It’s a solution-based book. Which is to say, it’s chock full of my own mistakes, as well as the triumphs and travails of many of my regenerative farmer friends and colleagues. Michael Pollan argues that we have co-evolved with certain plants, including cannabis. To be sure, hemp/human relations do go back 8,000 years. AMERICAN HEMP FARMER broaches the proud history of government-supported Hemp For Victory gardens going beyond the well-known World War II “Hemp For Victory” effort, all the way back to George Washington himself: in fact, at Mount Vernon last fall, I helped harvest the first hemp crop since President Washington’s time – I did this in colonial clothing and with (trust me) a very sharp sickle.

And that was before nutritionists knew about hemp’s ideal Omega 9-6-3 balance, high mineral content, and rare amount of GLA (gamma-linolenic acid) — a fatty acid associated with anti-inflammatory properties, Whereas my family’s own hemp diet once bankrolled the Canadian economy, for the past there years it’s been free. Hemp got federally legalized in the 2014 Farm Bill, and I and my sons get in the soil at this time every year and grow it ourselves. In AMERICAN HEMP FARMER, you’ll even read about a study that indicates a hemp diet might combat obesity.

Sowing hemp is pretty easy, and the harvest is both copious (around 1,000 pounds per acre) and extremely delicious. And I eat a lot of it. Easily a cup a day. As do both my human kids and my goat kids. Indeed it’s very hard to keep the goats out of the field. Hemp seeds are an essential part not just of my family’s health maintenance plan, but of our food security plan. And anyone can do it.

AMERICAN HEMP FARMER is available everywhere now in book, e-book and audiobook form (I narrated the audiobook, which was super fun). And I hope that you find yourself at once giggling and learning as you read it. You can order it here.

Please feel free to share this Dispatch with your friends, family and professional networks. It would be great for folks everywhere to know that not just food security, but superfood security, is a seed (and a permit) away.

Meanwhile, it’s spring on the Funky Butte Ranch, and as AMERICAN HEMP FARMER advises, I’ve got my own hemp permit application filed, I’m building soil (just as the Funky Butte apricots burst into bloom), and I’m ready to grow another scrumptious crop. I like the feeling of knowing my family will thrive for another year no matter what.  When you read AMERICAN HEMP FARMER, you’ll see that you and yours can too. Thanks for reading and I hope you enjoy.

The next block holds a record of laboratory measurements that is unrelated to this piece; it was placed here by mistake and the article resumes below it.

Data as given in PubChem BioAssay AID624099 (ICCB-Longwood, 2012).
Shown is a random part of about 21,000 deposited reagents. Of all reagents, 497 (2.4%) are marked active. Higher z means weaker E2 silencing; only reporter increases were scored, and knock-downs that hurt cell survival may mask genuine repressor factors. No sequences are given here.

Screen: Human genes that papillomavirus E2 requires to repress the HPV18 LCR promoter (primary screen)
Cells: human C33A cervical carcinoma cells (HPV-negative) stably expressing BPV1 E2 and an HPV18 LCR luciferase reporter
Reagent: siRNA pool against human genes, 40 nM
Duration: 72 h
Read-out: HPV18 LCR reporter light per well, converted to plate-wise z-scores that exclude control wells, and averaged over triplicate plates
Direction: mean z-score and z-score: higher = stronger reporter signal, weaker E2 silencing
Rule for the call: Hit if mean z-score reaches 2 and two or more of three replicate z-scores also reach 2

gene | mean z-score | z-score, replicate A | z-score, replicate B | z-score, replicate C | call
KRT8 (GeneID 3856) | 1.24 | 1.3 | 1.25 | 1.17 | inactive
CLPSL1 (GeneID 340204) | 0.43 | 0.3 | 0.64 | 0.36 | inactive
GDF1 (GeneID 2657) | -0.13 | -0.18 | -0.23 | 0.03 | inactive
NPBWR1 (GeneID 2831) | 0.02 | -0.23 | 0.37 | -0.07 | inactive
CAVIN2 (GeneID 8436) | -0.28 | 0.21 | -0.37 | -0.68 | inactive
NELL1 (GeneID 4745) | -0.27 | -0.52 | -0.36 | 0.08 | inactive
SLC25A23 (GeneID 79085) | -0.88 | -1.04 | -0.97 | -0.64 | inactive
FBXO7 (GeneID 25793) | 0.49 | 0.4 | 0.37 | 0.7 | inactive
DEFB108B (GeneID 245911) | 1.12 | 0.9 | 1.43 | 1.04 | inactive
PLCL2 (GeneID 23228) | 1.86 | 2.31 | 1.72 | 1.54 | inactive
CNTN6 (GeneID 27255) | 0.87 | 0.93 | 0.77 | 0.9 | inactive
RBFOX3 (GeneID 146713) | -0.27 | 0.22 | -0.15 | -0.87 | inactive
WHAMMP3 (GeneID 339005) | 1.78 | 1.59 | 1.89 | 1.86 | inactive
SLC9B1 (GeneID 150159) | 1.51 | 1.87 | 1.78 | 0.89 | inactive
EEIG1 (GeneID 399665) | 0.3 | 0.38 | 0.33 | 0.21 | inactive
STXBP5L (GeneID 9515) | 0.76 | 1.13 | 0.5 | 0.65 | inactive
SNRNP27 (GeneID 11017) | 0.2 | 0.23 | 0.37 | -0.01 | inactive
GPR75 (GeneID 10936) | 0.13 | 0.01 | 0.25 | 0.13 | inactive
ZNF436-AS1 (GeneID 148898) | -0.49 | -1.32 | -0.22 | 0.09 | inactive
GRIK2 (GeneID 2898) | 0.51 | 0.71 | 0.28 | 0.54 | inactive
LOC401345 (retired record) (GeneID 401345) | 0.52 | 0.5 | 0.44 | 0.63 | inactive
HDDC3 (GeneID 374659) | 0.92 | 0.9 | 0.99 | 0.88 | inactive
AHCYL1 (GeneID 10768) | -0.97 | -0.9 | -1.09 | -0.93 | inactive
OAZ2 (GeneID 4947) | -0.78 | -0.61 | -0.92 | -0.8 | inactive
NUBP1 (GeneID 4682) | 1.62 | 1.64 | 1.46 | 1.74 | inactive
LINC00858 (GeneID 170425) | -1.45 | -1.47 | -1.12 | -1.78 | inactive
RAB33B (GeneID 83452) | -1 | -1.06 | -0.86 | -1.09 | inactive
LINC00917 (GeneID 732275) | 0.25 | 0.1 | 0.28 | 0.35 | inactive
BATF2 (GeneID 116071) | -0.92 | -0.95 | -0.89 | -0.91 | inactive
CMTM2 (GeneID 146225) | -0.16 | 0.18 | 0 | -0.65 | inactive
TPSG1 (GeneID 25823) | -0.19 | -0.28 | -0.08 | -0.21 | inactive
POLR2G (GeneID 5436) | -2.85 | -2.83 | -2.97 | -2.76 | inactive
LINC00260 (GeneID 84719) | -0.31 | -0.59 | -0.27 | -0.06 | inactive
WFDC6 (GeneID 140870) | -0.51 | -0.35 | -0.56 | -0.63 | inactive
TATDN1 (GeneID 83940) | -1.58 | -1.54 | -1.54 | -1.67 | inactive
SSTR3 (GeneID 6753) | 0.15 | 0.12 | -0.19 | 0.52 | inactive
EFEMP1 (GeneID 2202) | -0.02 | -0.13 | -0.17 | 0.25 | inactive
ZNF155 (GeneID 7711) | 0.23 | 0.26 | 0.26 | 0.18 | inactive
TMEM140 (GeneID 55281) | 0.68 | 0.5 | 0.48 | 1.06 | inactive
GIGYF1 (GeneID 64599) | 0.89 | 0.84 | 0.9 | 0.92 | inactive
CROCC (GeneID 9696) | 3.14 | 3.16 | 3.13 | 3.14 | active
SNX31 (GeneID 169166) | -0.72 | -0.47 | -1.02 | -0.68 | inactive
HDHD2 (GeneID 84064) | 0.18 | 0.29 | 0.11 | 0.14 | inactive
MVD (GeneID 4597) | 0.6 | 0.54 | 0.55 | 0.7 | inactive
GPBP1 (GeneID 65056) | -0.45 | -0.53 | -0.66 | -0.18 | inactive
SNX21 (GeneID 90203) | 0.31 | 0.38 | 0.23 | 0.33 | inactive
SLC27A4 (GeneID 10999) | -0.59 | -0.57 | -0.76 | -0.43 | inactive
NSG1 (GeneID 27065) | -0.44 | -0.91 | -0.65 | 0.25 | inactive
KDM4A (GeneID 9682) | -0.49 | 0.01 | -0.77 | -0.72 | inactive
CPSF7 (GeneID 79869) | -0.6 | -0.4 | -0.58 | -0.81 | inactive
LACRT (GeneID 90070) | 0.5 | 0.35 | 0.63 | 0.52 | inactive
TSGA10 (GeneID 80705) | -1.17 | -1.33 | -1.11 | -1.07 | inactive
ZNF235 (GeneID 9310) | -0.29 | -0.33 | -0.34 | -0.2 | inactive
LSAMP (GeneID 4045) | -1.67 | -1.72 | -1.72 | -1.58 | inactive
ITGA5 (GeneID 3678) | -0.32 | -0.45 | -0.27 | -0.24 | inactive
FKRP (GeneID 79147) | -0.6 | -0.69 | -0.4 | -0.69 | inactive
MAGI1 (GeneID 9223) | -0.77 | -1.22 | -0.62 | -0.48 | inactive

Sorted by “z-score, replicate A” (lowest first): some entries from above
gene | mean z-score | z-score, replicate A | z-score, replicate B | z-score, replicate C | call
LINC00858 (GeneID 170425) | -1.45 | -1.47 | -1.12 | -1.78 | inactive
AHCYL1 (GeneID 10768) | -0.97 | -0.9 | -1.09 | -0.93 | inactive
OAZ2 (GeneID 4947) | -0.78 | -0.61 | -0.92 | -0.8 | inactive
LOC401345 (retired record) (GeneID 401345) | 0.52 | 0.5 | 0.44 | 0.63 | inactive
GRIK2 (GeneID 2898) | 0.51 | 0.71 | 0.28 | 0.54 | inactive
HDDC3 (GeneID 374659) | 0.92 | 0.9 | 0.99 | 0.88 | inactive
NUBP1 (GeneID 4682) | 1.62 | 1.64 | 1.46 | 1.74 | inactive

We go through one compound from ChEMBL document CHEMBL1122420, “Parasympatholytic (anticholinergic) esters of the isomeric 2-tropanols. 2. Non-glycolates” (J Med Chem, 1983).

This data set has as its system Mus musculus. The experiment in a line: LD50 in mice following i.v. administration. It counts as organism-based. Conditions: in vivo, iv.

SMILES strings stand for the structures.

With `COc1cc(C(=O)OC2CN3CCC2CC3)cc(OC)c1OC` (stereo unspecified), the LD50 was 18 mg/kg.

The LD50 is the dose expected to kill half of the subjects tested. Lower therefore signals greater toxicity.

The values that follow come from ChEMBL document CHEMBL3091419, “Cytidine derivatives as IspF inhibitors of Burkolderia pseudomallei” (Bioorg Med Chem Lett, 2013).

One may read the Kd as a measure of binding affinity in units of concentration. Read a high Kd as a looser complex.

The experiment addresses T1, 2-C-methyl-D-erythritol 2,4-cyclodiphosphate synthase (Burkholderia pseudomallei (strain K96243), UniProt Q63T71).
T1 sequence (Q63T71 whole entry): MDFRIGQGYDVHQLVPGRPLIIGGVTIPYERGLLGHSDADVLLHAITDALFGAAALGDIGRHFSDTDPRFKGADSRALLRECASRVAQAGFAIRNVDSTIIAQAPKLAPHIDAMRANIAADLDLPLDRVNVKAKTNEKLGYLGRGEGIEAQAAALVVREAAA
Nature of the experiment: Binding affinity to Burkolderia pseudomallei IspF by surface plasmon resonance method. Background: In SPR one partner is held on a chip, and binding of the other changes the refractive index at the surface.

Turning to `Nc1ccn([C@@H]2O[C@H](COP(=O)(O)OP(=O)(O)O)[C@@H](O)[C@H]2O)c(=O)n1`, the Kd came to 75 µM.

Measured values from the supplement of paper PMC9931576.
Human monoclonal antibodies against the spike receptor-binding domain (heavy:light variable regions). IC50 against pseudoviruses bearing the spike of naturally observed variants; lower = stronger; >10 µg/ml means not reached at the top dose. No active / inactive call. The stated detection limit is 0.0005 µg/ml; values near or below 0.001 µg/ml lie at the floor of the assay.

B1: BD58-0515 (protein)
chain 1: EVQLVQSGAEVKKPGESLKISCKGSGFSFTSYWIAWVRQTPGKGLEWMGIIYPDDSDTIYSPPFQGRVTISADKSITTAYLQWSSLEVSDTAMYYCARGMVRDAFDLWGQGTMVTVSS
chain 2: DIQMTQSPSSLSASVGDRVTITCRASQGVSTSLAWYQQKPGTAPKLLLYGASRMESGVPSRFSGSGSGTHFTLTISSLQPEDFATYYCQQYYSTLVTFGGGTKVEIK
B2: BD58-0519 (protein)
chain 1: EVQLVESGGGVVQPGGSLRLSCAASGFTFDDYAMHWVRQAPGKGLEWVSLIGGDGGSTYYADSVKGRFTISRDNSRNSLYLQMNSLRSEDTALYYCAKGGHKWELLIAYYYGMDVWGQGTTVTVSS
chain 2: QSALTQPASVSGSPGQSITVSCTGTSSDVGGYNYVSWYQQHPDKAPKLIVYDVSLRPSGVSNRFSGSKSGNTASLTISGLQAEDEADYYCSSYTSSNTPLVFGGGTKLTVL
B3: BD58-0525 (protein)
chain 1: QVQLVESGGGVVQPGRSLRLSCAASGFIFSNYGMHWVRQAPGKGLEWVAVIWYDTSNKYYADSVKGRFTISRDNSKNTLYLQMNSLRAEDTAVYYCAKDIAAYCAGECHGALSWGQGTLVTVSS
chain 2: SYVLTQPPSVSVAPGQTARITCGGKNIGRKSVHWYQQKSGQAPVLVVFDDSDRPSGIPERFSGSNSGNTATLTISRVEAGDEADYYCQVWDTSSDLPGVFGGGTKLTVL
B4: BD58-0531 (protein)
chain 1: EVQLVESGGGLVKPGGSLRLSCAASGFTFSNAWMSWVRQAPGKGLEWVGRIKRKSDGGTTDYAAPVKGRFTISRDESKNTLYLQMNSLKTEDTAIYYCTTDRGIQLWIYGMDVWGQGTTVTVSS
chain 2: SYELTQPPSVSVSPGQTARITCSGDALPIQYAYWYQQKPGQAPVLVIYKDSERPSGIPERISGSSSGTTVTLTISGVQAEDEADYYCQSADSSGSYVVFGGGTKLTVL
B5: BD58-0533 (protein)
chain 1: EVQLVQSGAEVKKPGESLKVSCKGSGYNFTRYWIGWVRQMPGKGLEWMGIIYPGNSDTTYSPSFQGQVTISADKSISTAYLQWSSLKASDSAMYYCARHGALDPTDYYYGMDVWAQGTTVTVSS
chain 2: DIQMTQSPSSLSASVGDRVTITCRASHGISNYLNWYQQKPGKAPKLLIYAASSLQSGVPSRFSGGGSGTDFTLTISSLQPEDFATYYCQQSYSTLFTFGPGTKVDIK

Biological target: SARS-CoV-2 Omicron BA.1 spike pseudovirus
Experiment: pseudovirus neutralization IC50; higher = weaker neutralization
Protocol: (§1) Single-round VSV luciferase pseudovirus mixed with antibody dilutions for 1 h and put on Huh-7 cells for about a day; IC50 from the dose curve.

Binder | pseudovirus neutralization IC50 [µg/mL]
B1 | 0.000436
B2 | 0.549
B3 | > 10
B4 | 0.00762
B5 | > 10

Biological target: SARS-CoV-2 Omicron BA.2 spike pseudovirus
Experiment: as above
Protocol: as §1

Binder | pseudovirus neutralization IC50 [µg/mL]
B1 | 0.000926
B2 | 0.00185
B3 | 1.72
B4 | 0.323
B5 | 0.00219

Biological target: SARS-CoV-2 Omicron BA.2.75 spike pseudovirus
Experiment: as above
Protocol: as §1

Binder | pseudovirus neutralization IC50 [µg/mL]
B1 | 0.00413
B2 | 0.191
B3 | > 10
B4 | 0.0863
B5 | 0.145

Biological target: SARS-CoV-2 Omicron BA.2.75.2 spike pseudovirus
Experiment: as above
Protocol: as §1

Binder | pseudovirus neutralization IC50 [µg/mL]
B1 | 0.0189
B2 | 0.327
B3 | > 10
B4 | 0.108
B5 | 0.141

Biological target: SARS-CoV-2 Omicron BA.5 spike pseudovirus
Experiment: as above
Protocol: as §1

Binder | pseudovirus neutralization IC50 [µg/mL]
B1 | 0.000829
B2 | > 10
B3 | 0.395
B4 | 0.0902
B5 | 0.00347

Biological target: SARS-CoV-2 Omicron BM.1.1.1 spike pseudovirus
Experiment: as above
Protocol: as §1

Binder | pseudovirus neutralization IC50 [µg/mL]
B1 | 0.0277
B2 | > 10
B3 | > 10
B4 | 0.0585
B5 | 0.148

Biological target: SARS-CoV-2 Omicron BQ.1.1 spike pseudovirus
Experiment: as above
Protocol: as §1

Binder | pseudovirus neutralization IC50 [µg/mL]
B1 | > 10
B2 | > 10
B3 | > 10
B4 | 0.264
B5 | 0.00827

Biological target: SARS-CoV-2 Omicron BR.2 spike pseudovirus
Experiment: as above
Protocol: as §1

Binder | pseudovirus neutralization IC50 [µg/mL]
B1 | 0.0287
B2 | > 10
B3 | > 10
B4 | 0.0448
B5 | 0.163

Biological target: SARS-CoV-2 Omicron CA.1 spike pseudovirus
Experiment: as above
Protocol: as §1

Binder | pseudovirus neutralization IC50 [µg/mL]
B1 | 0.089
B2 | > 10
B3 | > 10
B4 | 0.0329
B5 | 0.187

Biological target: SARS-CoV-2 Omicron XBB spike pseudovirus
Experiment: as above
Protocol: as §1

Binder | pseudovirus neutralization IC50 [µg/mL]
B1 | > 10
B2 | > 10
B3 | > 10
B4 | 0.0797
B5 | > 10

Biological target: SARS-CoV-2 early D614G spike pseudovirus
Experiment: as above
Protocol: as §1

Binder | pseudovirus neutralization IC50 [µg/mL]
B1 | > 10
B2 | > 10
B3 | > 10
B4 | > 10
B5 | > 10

Some reviews follow below, and I’m sending immense thanks for your support/ in ordering this book and telling your friends. OK, I’m off to the field to dump more goat poop and alfalfa on the soon-to-be-planted Funky Butte Ranch hemp field

-Doug Fine

Funky Butte Ranch, New Mexico

April 13, 2020

Order AMERICAN HEMP FARMER here

Book Doug’s Live Event here.

 Subscribe to the Dispatches From the Funky Butte Ranch newsletter and follow Doug on Instagram and Twitter @organiccowboy

 

Reviews of AMERICAN HEMP FARMER

American Hemp Farmer would have been in George Washington’s library. President Washington grew hemp and was a passionate, regenerative agriculturist. Washington sought advice from those that practiced their trade. Doug Fine‘s American Hemp Farmer is a scholarly, practical and impeccably enjoyable work and a must-read for those who cultivate hemp or are interested in leaping in.”  –J. Dean Norton, Director of Horticulture, George Washington’s Mount Vernon Estate.

“With American Hemp Farmer, Doug Fine shows he is not just our preeminent hemp author, he is one of the most important authors of our time. As I’ve watched him leap between tending goats on his Funky Butte Ranch and hemp fields in Hawaii, Oregon, Vermont and who-knows-where else, it sometimes occurs to me that he might be the most interesting man alive. The resulting book is an absolute must read.  –Eric Steenstra, Executive Director, VoteHemp

“A fantastic piece of Americana that shows the way to a sustainable future.” -David Bronner, CEO, Dr. Bronner’s Soaps

“I hope every hemp farmer and policymaker reads this book carefully. It details a roadmap for success, for farmers and the planet. And that’s probably because Doug doesn’t just write about hemp, he lives it.” —Cary Giguere, State Hemp Program Coordinator, Vermont Agency of Agriculture, Food and Markets.

                                  Further Praise for Doug’s Work
“Fine is a writer in he mold of Douglas Adams.” —Washington Post

“Fine is Bryson funny.” —Santa Cruz Sentinel

Doug has written the best book of the year and a blueprint for the future of America.”                       –Willie Nelson

About Doug Fine

Doug Fine is a comedic investigative journalist, bestselling author, and a solar-powered goat herder. He has cultivated hemp for food, farm-to-table products and seed-building in four U.S. states, and teaches a college hemp class. Willie Nelson calls Doug’s work “a blueprint for the America of the future.” The Washington Post says, “Fine is a storyteller in the mold of Douglas Adams.”  A website of Doug’s print, radio and television work, United Nations testimony, Conan and Tonight Show appearances and TED Talk is at dougfine.com and his social media handle is @organiccowboy.

Book Doug’s Live Event here.

 Subscribe to the Dispatches From the Funky Butte Ranch newsletter and follow Doug on Instagram and Twitter @organiccowboy